Congress excludes "an Indian tribe" from the employers covered by the laws EEOC enforces, Baldonado explained, adding, “For that reason EEOC does not have jurisdiction over the respondent.”

Moore said the determination was tantamount to sending her “back to the perps” in search of satisfaction. “I served up a case to the EEOC on a silver platter and because it says ‘tribal government’, they say, ‘We don’t handle it.”

Initially, Moore sought redress within the Sitka tribal system. But she said, “STA has refused to take proper action to ensure any kind of justice and equal protection of my civil rights since March 2011 when I filed my first written complaint.”

She then turned to the U.S. Labor Department Office of Federal Contract Compliance Programs (OFCCP), where she was admonished for showing “no good cause for the untimely filing.” Deputy Director Marika Likas told Moore in a letter, “Therefore, I must deny your appeal, which concludes the processing of your complaint filed in OFCCP.”

Moore sought support from the U.S. Interior Department’s Bureau of Indian Affairs. There, in 2012 and 2013, the Office of Self-Governance (OSG) instructed her to direct her complaints to the Inspector General.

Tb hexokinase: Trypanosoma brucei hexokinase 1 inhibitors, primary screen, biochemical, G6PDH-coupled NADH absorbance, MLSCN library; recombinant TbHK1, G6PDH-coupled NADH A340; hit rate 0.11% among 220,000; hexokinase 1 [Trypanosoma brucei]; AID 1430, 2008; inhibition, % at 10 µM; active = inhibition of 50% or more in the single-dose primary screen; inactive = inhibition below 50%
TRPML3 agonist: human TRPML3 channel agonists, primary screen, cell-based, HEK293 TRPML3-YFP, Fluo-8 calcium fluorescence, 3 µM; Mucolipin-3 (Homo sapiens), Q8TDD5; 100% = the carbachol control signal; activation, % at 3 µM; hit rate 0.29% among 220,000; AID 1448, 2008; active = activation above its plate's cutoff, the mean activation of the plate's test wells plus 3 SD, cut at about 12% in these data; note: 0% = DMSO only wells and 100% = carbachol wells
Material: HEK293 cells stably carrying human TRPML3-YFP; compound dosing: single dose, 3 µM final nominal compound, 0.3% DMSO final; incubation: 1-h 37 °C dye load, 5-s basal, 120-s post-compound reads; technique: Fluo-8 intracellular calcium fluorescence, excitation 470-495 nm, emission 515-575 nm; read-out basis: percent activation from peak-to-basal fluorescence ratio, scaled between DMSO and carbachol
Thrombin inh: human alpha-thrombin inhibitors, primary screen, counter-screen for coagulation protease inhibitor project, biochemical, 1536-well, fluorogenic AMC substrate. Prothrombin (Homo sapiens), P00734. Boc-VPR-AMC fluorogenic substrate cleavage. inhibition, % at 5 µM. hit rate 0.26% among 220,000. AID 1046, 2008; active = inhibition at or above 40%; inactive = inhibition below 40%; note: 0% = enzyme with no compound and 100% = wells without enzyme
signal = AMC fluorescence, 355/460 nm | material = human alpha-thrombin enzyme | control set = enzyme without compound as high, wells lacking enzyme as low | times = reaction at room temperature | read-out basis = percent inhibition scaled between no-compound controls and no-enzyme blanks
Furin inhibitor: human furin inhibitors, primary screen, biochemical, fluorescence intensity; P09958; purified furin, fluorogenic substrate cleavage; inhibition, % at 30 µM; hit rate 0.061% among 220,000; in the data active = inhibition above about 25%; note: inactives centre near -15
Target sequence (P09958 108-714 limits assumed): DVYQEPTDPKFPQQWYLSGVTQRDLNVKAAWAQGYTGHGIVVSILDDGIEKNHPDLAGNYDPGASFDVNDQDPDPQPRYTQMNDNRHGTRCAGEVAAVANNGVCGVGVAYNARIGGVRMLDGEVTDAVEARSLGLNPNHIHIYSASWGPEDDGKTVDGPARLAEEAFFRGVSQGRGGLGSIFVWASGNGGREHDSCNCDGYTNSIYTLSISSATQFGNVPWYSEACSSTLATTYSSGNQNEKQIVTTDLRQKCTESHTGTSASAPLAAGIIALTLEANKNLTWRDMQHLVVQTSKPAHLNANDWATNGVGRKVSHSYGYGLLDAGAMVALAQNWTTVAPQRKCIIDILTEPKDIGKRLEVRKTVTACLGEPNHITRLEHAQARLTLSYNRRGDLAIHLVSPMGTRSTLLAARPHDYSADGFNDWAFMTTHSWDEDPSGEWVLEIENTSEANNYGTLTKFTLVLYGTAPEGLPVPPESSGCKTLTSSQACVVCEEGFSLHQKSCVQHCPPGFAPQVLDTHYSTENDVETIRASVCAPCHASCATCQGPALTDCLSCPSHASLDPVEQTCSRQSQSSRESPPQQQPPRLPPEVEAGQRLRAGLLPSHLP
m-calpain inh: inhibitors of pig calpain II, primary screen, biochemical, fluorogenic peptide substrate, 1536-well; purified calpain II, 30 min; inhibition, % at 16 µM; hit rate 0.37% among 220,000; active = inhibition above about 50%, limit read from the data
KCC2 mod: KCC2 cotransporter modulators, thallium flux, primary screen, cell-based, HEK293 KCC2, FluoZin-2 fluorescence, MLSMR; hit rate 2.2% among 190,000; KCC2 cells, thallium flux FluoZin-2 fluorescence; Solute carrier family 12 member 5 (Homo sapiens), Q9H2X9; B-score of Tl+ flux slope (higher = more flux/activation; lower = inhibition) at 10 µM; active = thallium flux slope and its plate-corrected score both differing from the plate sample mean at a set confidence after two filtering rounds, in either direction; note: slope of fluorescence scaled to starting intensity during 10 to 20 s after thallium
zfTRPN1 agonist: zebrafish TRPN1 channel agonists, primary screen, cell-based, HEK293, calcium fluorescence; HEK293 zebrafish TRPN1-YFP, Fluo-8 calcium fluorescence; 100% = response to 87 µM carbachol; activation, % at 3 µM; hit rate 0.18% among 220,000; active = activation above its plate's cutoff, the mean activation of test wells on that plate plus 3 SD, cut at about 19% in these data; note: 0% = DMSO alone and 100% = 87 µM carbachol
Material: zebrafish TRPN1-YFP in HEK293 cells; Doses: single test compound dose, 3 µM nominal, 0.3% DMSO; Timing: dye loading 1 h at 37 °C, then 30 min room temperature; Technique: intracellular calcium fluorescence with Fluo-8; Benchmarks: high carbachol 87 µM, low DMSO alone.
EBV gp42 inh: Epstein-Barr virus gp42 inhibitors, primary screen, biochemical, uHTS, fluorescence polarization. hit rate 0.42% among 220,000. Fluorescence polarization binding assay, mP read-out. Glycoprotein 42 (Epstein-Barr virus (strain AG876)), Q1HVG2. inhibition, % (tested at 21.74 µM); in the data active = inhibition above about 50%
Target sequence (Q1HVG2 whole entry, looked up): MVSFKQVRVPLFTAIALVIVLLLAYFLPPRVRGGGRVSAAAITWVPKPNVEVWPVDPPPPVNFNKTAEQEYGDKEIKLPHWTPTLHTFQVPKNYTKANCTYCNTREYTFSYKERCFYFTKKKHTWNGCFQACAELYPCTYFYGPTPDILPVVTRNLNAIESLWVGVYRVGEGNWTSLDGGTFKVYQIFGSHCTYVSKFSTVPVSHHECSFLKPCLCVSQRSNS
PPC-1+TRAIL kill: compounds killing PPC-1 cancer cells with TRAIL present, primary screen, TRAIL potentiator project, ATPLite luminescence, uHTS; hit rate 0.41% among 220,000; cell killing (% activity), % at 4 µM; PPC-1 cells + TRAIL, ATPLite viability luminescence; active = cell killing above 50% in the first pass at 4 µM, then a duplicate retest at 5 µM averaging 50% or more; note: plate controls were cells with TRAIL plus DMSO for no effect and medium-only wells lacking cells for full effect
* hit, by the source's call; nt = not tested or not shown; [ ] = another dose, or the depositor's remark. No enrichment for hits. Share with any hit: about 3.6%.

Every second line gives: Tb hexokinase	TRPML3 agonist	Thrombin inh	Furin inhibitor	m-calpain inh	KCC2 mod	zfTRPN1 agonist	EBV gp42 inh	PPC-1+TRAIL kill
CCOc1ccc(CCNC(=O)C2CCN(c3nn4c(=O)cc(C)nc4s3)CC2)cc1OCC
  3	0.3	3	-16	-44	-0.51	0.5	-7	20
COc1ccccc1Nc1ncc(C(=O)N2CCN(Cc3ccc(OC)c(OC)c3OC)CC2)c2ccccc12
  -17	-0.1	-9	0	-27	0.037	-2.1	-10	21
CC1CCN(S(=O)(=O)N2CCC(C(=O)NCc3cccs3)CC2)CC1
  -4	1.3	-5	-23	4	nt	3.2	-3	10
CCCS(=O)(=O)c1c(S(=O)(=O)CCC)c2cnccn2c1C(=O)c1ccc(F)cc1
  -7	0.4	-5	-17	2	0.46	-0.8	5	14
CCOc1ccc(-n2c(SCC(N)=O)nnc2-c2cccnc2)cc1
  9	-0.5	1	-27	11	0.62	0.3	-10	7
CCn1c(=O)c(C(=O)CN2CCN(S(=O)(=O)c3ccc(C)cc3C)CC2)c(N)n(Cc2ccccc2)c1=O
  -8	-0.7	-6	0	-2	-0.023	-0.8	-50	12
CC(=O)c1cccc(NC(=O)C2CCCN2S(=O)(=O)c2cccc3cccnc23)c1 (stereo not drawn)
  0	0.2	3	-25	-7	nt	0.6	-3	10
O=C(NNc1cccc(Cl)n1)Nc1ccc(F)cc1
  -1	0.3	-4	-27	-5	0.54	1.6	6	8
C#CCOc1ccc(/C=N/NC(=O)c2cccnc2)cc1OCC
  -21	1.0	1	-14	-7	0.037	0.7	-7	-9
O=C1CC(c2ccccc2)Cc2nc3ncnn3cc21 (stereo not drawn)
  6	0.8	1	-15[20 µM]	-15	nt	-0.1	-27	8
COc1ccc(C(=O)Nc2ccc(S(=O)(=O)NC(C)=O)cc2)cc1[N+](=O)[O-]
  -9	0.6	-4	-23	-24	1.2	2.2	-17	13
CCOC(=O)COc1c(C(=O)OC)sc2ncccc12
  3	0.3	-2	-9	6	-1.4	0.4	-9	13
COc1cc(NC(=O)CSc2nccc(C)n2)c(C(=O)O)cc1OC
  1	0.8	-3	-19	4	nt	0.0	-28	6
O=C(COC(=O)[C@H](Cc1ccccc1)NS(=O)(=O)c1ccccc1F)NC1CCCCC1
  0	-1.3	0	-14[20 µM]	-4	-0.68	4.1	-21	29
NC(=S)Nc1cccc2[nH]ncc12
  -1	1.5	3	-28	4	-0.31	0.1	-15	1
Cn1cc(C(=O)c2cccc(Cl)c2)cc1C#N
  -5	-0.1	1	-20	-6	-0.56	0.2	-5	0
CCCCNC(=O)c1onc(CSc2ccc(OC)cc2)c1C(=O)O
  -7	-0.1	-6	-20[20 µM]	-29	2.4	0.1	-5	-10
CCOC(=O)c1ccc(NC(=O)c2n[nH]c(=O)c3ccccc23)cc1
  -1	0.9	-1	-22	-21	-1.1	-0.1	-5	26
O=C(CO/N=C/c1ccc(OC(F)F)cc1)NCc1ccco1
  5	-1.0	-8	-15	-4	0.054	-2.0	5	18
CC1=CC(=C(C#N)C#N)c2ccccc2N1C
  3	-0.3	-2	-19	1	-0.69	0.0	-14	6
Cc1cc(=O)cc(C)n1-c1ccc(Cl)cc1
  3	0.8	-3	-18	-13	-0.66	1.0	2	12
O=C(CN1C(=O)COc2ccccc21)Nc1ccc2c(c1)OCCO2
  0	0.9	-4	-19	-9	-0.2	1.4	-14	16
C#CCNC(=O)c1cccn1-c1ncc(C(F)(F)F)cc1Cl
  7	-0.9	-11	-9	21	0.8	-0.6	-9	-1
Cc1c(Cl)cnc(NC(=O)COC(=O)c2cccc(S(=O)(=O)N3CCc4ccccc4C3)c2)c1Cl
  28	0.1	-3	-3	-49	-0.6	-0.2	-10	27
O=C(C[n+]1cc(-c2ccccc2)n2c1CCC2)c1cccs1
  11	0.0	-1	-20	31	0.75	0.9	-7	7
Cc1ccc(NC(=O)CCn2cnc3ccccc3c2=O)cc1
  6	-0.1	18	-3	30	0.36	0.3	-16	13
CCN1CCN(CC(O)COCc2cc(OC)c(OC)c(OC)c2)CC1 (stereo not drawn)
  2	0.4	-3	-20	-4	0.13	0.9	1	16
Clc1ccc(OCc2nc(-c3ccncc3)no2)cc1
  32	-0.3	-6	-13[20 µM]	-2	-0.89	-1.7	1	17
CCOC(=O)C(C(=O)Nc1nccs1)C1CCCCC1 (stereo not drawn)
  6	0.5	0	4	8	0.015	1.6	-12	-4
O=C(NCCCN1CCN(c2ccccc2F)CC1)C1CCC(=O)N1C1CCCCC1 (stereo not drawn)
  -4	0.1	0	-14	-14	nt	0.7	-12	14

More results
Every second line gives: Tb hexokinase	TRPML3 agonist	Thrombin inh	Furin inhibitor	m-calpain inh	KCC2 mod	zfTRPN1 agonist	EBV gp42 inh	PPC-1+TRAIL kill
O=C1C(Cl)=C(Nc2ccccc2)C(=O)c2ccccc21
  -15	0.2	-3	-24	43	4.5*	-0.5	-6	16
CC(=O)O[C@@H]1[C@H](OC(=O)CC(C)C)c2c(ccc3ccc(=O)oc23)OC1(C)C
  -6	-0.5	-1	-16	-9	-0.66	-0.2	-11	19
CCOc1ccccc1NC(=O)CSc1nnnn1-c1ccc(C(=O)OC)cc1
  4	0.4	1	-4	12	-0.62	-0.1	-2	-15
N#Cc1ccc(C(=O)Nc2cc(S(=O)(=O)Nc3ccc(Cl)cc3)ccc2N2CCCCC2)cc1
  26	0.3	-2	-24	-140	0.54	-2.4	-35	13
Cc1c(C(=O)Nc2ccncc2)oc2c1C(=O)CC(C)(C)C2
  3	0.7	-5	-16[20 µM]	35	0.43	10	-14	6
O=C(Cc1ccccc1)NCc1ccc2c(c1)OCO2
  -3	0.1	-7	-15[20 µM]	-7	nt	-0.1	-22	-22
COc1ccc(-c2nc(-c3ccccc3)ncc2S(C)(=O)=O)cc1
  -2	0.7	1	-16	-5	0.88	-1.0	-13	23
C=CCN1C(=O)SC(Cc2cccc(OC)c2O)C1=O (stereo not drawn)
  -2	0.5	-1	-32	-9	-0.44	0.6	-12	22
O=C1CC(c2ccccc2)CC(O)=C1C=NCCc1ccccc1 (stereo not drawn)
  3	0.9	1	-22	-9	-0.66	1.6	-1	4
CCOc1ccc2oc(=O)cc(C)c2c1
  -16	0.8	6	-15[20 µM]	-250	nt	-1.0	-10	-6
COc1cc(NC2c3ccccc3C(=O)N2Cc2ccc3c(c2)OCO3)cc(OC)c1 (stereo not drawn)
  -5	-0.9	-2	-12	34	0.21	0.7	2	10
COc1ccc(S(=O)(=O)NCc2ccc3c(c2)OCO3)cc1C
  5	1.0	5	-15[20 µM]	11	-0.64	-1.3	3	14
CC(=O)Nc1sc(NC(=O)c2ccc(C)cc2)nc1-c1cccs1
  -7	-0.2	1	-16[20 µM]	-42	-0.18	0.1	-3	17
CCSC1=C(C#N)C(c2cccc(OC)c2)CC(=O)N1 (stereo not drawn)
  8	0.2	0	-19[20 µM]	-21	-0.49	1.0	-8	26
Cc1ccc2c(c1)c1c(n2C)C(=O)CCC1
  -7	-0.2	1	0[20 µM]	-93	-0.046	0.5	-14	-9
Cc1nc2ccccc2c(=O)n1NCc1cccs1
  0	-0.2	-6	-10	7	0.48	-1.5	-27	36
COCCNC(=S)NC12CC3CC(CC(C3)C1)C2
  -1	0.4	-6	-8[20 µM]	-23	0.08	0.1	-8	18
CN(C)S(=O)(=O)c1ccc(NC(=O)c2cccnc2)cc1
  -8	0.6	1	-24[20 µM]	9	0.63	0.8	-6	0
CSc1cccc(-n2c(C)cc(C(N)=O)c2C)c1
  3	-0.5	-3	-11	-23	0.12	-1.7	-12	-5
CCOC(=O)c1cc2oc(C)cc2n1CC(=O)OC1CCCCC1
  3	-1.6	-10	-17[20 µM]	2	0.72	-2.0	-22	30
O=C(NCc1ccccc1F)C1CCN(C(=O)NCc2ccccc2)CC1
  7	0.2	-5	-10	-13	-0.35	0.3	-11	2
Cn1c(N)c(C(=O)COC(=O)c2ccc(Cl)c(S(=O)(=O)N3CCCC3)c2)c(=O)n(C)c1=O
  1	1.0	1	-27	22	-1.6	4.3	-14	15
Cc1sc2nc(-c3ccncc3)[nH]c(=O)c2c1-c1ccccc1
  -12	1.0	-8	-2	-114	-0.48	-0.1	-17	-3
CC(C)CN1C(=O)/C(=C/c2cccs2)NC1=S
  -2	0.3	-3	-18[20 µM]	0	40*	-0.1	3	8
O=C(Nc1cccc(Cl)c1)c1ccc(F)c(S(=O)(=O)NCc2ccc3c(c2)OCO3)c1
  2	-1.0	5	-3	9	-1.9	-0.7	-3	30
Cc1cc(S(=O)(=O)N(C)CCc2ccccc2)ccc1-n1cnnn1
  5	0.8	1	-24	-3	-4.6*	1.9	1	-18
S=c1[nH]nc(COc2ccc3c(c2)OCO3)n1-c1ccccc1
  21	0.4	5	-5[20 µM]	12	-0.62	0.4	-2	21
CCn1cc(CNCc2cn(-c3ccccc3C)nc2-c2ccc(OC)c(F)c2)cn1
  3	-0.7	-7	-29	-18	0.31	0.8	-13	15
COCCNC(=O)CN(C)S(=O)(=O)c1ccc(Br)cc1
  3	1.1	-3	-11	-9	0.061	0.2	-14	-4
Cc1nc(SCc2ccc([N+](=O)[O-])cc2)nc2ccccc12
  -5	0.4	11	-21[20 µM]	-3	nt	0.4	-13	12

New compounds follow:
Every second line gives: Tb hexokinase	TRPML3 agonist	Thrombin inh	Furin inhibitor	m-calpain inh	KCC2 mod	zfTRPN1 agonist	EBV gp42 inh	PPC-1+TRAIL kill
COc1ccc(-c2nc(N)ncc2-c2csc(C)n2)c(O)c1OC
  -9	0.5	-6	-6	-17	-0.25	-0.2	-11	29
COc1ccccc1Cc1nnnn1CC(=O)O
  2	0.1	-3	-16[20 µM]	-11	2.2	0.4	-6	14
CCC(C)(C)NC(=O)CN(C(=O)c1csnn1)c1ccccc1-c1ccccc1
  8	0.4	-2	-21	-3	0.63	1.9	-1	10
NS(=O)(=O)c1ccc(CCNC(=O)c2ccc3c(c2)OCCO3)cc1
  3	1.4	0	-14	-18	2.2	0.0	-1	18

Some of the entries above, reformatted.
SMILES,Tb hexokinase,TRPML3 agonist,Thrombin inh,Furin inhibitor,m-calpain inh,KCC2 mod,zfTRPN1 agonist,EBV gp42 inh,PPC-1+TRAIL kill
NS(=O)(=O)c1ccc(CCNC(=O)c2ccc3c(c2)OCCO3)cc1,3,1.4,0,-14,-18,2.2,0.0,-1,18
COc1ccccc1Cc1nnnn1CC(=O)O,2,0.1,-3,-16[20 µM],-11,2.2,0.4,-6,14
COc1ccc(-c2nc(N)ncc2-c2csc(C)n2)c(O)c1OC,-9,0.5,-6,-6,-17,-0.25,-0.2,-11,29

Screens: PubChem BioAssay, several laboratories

“To date I have received no reply from the Inspector General,” she said in a letter to OSG Director Sharee Freeman this March 23, after receiving the news from Baldonado that the EEOC could not make a determination.

Throughout more than three years of advocacy for her cause, Moore has maintained correspondence with the Office of the President of the United States, federal Cabinet level officials and members of the Alaska Congressional delegation.

In Congressional realm, she concluded, “There’s no consequences when you blow the whistle. The legislature has not identified an agency to do the enforcement.”

Seemingly having exhausted administrative remedies at the state, tribal, Labor, and Interior department levels, Moore said she may take her case to court.

“Like my attorney said, ‘I am the enforcement.’ I said, ‘Yes, if I have $40,000’.”

Moore is a Tlingit & Haida Central Council delegate. She is an advocate for justice in the schools, she says, and a participant in Alaskans for a Healthy Workplace.